Wednesday, August 15, 2012

The Gods of Gotham, Lyndsay Faye, Historical Fiction.    The Gods of Gotham tells about a tumultuous time in New York's history - the influx of Irish immigrants due to the potato famine and the formation of the city's first police force.  Timothy Wilde wakes in his brother's house after being dragged from a fire to find that he has lost his home, savings, and a part of his face, but thanks to his brother, he has a new job as a roundsman in the Sixth Ward.  Timothy Wilde notices things.  Before the second fire that shapes Tim's life, he worked in a bar for years, and he observes and listens, and learns things about the people around him.  However, we come to find in the unspooling of Fayes' tale that Timothy doesn't know as much about the people closest to him that he thought.  As a new "copper star" Tim witnesses horrifying events, but none like the mass grave that a blood-soaked young girl leads him to discover.  As Timothy works to solve the mystery of the murders, the pressure on his brother as Democratic party leader cranks ever higher, and the stakes become life and death for Tim and the people he cares about.  Faye's hero story shows us that the tales have remained the same - prostitution, murder, betrayal, love, and determination - and the hope of a man that some good can remain in the world crumbling around him.

Tuesday, August 7, 2012

Home, Toni Morrison, Fiction.  Morrison's latest novel tells the story of Frank Money's voyage to save his sister, and ultimately himself.  This slim offering from Morrison veers from Frank's memory of his childhood to his current trip to find his sister, who is dying.  Interspersed throughout are notes in italics - the truth that Frank wants us to know during the telling of his story - as if it is just too sad to write the true tale.  Frank is freshly home from Korea and interred in a mental hospital ward where he receives word his sister is dying.  He escapes and makes his way to Cee, with only the note as his guide to finding her.  Witnessing the racism during his trip is astounding and heart -wrenching, but perhaps most horrific was not the racially induced medical research performed on his sister, but the acceptance of what the Doctor was doing because he was in a position of authority.  As readers, we are able to heal with Frank and Cee because of the grace of a group of women and their refusal to let a woman lose herself in grief.  Beautifully written, it only takes one scene to be moved by the healing and understanding that Frank and Cee aquiesce from a simple act on a sunny afternoon, but thankfully Morrison leaves us with many more to fill our heads.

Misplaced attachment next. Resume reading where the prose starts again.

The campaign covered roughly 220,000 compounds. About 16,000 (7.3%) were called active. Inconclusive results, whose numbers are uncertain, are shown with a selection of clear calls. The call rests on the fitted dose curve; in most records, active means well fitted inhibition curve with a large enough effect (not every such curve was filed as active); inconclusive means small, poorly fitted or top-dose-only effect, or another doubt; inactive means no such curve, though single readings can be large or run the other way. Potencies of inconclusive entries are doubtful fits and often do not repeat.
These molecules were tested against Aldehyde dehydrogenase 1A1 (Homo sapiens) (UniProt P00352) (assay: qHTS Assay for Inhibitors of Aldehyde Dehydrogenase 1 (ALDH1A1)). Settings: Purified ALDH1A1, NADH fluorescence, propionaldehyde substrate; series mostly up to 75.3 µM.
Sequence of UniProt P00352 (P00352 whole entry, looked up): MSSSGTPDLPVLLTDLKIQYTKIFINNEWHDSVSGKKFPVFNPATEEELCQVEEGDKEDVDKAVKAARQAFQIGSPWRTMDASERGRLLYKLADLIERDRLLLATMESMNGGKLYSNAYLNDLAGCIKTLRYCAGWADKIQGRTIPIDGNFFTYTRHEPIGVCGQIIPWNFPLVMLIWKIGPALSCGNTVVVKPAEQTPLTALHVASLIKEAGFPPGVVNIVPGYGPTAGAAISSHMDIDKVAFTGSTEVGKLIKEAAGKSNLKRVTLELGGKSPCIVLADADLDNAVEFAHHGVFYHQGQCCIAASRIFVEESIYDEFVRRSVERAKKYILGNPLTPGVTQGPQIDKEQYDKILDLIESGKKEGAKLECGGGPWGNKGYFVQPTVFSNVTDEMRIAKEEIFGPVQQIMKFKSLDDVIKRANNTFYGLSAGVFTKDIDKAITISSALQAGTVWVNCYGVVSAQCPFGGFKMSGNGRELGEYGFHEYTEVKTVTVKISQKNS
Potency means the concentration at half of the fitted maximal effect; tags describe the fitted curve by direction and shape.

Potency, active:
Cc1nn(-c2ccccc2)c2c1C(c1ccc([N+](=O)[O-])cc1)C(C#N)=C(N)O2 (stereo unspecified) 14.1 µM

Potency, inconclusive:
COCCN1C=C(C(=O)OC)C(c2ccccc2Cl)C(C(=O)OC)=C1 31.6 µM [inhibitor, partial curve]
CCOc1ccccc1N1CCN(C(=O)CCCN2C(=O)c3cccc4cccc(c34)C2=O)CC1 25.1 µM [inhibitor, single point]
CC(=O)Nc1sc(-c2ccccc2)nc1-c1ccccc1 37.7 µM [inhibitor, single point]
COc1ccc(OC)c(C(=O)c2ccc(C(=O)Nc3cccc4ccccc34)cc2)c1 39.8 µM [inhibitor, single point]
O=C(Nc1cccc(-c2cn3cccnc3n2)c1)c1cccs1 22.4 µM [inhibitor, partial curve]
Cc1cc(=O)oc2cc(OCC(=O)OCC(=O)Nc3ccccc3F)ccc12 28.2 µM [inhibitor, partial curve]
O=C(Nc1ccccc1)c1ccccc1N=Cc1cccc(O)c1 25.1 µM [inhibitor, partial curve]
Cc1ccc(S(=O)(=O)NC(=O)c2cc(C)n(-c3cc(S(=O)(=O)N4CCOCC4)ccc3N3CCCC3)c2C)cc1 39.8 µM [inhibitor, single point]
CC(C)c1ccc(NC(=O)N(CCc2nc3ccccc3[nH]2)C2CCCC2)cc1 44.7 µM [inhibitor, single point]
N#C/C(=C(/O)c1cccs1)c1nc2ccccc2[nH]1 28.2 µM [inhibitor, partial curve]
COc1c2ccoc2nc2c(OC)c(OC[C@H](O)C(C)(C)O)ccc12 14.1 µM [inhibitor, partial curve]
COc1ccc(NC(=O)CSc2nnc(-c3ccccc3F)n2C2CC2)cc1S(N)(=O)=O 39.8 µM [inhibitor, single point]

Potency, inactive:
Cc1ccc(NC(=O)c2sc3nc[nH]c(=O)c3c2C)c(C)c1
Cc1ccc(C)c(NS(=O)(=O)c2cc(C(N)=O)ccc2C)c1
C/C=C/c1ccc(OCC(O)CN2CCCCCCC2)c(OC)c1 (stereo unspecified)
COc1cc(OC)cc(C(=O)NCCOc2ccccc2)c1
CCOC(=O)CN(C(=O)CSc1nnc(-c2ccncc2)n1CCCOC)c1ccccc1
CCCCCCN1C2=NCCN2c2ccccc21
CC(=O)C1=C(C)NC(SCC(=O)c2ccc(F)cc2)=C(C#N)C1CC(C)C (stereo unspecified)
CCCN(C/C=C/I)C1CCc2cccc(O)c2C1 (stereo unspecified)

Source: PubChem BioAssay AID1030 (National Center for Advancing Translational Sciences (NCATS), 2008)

Gone Girl, Gillian Flynn, Fiction, Mystery.  Whew.  To quote many, "you will not want to put this book down."  Amy and Nick are the perfect couple.  They met in Manhattan, golden and happy, she with beauty and money and he with the personality and hair that made him look like he had money.  They fell hard, loved hard, and grew disenchanted quickly.  This is the story of their demise, and could be the story of many falling out of love, but hopefully those other stories don't end with a missing woman and the husband the main suspect.  The first half of the story is told from Nick's perspective and diary entries from Amy.  She of the childhood fame and legions of admirers, who is starting to fear for her marriage and eventually her life.  Nick of the crazy father and sweet but deceased mother, who is in debt to his depressed and homesick wife.  And  then, dear reader, we are snapped to attention with revelation after revelation and the tale is twistier than you could have imagined and never hoped for.  I heard Gillian Flynn interviewed about the state of her own marriage, and one has to wonder about a woman who writes of people like these, these Nick and Amy characters.  Because really, if one person is truly horrendous, what does it say about the other who accepts it?

Thursday, August 2, 2012

The 500, Matthew Quirk, Fiction.  Yay!  Summer read #2!  Fast-paced, tense and fun to read.  Mike Ford bursts into the world of insider Washington when he is offered a job at one of the best known firms, the Davies Group.  Very quickly he realizes things aren't exactly what they seem, as he correctly surmises his direct supervisor is an ex-Seal, and when he is caught in a compromising place with important information, he is applauded and promoted.  Mike's past and future come crashing together as he is sent careening through DC  to gather information that will either save his life - or his career.  It is Mike's choice, and choosing between keeping his job or his free will becomes the ultimate decision.  Quirk has certainly made a name for himself immediately, with comparisons to The Firm.  At times a bit convenient and unbelievable, it is easily overlooked because you will be having so much fun reading this book.